The changing face of downtown Phoenix
A new lounge for Taylor Place residents is the first in a series of recent additions to downtown Phoenix this semester.
Devil’s Den, located on the first floor of Taylor Place along East Taylor Street, includes a pool and ping-pong table, large screen televisions and game consoles and is open until 1 a.m. every day.
With the development of the remaining retail space on the first floor of Taylor Place, the addition of CityScape and various other changes throughout downtown Phoenix, new restaurants and other businesses will begin offering their services to students downtown.
“The college experience is not just limited to getting an education, making new friends or joining a club,” said Georgeana Montoya, downtown campus dean of students, in a statement. “I believe the college experience means trying everything that life has to offer, which includes exploring your surroundings, opening yourself up to new ideas and opportunities and getting a taste of the local culture.”
Along with the new businesses opening this semester—which include the now open Nobuo at Teeter House, an Asian-style teahouse on North Sixth and East Monroe streets, and Lucky Strike Lanes & Lounge, set to open this Friday in CityScape—the existing restaurants El Portal and Hsin have begun accepting Maroon and Gold Dollars this semester.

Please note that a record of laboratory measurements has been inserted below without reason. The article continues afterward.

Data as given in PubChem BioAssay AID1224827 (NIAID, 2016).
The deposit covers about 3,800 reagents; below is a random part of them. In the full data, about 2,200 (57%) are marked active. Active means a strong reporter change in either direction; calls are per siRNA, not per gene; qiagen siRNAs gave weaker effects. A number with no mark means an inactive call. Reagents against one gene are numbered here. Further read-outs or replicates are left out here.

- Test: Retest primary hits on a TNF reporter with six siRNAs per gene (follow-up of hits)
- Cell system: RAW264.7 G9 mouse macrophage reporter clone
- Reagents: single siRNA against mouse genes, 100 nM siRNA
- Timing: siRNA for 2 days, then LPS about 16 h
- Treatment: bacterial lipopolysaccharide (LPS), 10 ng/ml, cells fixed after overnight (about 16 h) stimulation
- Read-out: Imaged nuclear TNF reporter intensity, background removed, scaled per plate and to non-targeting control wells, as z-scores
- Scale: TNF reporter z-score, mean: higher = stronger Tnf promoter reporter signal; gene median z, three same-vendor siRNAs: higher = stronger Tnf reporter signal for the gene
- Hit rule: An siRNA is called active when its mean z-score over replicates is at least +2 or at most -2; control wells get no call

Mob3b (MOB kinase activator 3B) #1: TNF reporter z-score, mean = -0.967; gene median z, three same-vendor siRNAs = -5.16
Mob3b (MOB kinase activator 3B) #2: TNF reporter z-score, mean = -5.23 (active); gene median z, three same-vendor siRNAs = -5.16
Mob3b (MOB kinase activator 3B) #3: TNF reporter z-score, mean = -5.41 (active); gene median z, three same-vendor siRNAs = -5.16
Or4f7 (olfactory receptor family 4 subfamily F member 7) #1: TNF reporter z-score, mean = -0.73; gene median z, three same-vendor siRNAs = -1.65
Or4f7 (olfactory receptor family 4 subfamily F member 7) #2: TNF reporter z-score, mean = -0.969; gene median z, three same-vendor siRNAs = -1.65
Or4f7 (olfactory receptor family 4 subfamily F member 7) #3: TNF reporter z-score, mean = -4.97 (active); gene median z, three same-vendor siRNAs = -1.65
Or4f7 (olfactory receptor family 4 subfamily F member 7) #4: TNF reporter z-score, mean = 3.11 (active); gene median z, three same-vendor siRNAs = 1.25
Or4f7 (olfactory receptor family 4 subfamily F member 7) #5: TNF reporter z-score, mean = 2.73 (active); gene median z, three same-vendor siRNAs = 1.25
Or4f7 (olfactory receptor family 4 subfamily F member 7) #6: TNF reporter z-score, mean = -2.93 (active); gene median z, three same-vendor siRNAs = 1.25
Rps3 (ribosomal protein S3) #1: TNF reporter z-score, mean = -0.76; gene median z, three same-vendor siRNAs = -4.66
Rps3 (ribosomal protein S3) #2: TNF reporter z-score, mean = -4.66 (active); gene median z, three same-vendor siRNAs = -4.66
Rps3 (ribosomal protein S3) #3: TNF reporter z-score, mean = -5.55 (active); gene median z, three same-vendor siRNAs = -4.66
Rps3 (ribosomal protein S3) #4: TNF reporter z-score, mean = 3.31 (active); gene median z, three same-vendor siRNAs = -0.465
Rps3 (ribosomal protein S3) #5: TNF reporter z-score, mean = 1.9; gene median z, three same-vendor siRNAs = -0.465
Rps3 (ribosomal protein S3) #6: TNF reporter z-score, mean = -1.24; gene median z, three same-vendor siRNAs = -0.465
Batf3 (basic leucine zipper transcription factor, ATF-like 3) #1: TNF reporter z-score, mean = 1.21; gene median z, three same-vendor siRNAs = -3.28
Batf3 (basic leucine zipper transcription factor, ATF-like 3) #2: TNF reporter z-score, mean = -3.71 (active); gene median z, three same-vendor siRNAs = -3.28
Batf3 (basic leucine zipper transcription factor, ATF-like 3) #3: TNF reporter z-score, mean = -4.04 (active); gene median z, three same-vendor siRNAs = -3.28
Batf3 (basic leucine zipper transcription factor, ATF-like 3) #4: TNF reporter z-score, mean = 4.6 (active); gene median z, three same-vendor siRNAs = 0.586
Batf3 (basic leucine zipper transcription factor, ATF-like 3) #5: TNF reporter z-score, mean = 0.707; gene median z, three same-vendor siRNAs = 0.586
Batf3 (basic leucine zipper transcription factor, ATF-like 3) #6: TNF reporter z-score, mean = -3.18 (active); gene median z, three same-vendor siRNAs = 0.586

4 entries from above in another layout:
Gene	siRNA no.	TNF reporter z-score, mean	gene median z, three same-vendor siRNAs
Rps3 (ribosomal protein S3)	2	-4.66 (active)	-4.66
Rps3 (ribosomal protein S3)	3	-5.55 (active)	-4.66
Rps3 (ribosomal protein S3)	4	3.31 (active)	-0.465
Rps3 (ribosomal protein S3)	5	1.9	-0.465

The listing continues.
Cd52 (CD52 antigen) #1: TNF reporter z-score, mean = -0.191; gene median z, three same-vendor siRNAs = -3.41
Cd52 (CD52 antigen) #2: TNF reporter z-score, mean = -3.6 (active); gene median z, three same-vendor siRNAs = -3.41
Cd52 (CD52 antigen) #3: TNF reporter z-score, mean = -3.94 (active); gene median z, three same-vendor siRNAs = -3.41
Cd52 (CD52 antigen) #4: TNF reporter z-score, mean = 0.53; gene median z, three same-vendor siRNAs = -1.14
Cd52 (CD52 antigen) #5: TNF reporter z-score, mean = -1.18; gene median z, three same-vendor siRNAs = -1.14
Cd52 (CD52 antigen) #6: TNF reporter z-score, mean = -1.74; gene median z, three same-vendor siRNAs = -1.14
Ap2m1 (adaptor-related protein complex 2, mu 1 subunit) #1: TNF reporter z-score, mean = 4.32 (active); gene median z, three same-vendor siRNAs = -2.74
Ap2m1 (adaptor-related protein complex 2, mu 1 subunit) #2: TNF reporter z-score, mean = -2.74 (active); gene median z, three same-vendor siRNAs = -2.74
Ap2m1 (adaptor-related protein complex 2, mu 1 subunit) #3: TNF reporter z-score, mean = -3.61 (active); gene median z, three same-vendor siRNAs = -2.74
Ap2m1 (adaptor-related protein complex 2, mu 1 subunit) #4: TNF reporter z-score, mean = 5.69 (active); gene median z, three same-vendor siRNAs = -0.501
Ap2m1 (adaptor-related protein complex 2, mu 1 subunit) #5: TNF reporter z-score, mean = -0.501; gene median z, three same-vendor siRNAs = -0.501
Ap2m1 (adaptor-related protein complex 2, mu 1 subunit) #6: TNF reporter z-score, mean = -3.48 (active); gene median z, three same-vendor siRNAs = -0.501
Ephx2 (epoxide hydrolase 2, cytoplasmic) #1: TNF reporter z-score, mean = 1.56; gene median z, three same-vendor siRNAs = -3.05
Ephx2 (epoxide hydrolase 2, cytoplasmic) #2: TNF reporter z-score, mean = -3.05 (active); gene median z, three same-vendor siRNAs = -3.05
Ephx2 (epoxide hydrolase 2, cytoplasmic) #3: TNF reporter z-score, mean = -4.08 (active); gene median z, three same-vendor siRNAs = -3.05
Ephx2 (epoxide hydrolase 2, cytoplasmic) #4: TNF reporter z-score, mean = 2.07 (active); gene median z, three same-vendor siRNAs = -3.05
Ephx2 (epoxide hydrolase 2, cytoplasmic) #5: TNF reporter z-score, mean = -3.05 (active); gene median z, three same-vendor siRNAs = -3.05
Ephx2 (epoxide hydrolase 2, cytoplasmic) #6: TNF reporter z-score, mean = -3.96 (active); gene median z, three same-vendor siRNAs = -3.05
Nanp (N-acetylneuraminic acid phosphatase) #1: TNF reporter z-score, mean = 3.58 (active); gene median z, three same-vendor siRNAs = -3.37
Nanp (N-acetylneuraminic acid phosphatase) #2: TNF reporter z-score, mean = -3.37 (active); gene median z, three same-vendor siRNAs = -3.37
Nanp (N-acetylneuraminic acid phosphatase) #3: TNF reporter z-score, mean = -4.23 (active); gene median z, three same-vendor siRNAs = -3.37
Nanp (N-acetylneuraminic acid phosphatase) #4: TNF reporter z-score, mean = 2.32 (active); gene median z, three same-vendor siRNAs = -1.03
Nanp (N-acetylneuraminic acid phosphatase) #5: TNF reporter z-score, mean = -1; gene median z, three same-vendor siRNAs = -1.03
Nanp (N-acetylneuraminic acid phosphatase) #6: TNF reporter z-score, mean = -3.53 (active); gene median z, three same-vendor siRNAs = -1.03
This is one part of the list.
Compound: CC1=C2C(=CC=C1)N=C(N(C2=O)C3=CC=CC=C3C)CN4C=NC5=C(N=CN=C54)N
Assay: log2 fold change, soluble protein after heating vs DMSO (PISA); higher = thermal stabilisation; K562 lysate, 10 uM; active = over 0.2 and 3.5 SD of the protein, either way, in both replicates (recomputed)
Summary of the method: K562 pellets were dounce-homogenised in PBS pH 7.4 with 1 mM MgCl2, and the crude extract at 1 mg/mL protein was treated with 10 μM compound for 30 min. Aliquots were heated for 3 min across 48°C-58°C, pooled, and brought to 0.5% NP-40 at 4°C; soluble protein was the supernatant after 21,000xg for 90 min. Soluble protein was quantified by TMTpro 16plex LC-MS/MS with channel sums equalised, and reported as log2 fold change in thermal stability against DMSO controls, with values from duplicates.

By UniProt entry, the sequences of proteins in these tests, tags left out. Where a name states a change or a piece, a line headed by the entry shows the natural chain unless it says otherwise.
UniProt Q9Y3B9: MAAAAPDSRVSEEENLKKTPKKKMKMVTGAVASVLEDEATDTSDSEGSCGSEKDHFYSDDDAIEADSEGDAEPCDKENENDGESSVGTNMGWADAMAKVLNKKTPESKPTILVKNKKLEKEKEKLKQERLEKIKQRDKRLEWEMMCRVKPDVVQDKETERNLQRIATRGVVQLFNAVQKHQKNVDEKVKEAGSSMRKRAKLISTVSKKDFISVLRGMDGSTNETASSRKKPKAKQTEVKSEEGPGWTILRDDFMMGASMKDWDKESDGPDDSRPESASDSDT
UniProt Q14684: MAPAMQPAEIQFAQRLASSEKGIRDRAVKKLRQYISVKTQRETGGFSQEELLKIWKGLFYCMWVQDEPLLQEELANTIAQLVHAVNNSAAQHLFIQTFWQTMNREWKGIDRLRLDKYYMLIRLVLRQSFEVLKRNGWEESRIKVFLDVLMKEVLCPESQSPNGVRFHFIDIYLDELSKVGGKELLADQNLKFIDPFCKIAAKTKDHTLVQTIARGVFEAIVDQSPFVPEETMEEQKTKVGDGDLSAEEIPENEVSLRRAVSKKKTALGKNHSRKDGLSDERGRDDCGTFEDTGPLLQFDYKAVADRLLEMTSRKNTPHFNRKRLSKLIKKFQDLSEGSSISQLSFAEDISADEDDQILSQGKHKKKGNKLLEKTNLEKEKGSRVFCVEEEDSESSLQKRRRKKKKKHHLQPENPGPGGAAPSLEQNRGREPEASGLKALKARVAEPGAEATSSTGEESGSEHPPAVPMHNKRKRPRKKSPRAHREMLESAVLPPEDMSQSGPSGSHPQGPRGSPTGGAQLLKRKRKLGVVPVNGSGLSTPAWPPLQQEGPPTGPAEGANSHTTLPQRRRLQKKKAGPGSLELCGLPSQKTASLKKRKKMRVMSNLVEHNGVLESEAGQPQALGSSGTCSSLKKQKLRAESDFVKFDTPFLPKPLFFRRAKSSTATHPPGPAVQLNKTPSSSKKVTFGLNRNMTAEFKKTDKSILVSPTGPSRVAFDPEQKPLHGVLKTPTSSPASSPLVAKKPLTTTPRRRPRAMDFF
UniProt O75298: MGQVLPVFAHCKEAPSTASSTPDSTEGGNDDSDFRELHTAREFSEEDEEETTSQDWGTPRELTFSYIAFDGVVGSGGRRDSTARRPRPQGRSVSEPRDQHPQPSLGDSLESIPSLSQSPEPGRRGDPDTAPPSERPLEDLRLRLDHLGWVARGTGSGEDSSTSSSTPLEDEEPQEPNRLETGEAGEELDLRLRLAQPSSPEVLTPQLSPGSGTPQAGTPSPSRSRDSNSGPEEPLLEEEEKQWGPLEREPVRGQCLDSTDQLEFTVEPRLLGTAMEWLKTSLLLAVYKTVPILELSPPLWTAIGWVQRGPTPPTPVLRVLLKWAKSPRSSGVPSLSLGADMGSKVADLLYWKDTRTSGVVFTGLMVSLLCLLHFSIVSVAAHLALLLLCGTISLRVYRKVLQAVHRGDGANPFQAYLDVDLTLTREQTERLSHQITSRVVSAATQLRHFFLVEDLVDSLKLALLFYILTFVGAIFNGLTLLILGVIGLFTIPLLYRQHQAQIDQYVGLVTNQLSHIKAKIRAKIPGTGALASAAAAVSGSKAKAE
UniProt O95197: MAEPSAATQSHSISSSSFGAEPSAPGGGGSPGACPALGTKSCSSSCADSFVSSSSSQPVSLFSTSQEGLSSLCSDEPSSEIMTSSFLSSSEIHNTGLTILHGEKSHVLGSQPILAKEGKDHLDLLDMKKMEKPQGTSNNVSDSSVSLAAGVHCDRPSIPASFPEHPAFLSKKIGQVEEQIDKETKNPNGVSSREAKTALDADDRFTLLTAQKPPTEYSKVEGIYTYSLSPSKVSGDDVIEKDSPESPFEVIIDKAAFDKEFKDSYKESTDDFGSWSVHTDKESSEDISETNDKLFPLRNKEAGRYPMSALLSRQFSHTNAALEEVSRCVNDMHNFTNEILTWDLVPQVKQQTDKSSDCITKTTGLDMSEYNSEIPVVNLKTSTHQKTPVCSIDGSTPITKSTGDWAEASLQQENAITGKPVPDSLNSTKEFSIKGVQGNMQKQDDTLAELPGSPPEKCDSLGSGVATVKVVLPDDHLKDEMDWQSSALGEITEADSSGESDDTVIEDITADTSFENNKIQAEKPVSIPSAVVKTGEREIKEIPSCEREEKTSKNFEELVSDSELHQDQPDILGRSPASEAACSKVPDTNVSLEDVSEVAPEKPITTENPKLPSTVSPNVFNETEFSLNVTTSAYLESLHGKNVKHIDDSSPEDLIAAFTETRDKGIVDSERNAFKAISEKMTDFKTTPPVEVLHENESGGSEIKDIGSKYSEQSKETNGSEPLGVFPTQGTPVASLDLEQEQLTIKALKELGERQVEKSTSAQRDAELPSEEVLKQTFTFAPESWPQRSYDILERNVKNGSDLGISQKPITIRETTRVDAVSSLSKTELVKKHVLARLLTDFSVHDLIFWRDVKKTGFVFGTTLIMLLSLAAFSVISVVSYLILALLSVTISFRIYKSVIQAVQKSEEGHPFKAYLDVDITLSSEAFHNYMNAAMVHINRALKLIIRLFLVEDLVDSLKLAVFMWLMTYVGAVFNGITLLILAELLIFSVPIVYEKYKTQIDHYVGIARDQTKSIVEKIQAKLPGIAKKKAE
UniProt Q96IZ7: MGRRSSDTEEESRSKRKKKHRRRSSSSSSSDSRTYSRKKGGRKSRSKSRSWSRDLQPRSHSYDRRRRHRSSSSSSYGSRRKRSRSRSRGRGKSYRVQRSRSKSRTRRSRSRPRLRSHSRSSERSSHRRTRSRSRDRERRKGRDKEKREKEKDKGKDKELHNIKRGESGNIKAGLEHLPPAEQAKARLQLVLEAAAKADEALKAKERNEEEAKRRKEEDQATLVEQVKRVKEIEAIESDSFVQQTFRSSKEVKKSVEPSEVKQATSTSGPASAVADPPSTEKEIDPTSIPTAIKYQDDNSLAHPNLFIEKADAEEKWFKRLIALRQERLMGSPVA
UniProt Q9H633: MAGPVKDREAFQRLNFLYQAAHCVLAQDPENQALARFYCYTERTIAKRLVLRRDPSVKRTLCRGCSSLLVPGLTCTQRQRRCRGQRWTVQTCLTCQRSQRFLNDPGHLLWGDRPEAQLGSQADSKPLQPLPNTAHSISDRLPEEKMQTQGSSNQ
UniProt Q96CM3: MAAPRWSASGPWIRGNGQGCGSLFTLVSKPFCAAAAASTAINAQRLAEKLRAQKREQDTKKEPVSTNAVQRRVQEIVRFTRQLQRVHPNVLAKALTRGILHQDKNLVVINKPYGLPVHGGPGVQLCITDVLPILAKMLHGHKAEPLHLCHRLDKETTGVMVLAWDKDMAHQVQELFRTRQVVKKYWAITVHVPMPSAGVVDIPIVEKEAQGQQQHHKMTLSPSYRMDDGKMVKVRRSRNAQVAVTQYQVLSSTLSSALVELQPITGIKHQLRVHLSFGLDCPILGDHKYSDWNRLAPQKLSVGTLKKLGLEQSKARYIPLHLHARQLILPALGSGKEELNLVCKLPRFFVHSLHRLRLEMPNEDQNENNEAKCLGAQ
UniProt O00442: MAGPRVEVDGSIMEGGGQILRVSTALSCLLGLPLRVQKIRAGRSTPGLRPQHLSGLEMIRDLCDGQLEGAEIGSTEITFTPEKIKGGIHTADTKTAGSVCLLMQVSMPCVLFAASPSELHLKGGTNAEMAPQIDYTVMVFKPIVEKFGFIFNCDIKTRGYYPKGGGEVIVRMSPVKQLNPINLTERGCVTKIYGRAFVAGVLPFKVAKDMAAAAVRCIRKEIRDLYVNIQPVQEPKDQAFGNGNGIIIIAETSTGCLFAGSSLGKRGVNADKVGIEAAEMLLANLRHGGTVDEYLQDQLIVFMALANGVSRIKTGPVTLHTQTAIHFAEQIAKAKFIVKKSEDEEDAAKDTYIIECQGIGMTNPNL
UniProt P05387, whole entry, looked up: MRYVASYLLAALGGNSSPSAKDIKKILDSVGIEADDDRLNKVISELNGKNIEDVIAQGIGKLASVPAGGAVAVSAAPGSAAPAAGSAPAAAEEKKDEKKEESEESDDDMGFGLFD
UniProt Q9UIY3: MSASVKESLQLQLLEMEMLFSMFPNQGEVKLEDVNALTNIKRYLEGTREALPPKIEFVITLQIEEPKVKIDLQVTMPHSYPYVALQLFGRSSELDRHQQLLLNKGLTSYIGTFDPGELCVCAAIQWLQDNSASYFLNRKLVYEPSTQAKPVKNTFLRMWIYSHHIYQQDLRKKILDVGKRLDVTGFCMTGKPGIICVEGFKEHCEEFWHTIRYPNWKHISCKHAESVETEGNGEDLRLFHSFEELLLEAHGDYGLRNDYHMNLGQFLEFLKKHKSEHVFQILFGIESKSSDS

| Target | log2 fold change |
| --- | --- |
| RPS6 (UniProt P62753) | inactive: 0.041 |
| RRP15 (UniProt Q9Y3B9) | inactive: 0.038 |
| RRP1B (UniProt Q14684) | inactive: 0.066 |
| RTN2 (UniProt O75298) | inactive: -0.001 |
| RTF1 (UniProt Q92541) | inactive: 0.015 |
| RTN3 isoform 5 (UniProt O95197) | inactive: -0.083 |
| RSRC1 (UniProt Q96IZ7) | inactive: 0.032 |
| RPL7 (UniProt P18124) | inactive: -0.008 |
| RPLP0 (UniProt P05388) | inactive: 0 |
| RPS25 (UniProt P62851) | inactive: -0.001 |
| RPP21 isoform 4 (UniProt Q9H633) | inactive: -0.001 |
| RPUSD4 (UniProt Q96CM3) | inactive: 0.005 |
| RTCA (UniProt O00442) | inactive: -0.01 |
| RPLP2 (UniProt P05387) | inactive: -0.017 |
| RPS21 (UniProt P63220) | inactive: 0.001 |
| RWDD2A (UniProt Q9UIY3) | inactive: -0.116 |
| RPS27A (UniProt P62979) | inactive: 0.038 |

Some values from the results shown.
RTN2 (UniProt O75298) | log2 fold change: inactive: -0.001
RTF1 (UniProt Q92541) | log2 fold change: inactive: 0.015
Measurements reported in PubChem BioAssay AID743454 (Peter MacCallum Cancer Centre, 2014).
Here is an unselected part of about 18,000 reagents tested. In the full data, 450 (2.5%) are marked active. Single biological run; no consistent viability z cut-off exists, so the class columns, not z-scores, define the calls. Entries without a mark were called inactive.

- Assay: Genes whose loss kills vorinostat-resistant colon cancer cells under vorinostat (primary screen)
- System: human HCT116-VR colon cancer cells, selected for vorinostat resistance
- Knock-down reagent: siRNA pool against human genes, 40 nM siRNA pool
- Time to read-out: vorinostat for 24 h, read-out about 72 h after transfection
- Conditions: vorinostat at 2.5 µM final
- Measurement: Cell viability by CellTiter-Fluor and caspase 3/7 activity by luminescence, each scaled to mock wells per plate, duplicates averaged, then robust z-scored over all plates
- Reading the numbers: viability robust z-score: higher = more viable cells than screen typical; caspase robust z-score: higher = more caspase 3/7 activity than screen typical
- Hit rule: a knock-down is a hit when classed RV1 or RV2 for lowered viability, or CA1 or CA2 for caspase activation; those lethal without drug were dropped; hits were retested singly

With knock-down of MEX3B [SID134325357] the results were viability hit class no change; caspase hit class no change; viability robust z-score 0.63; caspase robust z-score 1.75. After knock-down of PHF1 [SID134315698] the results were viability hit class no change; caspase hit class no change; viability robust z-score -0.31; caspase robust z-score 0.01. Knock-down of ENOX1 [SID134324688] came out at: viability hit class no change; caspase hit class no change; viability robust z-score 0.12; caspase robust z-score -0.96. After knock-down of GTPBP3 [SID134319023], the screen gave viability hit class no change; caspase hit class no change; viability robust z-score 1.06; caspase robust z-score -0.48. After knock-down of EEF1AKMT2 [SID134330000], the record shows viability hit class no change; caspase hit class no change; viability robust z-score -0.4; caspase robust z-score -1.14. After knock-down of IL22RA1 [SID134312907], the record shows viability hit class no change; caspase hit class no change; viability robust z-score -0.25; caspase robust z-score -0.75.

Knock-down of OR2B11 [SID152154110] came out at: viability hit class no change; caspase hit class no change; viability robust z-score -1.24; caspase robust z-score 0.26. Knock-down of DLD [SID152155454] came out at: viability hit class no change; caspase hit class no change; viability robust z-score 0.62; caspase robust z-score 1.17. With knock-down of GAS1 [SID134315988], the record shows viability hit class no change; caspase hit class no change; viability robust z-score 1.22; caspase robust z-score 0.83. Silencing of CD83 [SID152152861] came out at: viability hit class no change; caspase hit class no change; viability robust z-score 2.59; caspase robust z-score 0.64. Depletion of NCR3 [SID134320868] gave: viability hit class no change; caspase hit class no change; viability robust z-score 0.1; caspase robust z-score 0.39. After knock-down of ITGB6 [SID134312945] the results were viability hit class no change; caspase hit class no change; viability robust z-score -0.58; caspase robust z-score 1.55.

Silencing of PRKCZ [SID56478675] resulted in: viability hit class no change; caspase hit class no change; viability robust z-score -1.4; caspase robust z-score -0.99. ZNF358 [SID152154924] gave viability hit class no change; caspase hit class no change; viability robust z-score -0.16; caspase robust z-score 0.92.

The large investments made in the area over the past years—the Downtown campus, light rail, Sheraton hotel and others—have made downtown Phoenix an opportune market for businesses, said David Roderique, president of the Downtown Phoenix Partnership.
“Even with the economy being as bad as it is … all these things have created a much stronger market down there,” Roderique said. “That’s attracted the interest of a lot of folks that want to take advantage of that.”
Over the summer, however, the Downtown campus lost the Sbarro pizzeria on the first floor of the Walter Cronkite School and the Uno Chicago Grill located in the Arizona Center—though plans are already set for Brick Pizzeria and Wine Bar to take its spot.
“Even in good times, there is a pretty significant turnover in restaurants—it just happens,” Roderique said. “What we’re happy about is that in general the places that have closed have been replaced pretty quickly.”
Marcus Jones, a nonprofit leadership and management sophomore and staff member of the Devil’s Den, said he thinks the influx of businesses will benefit students by providing job opportunities and making the downtown Phoenix area livelier.
“It’s just more places for us to go hang out,” he said. “There’s always something going on here. It’s a great campus to be on now.”
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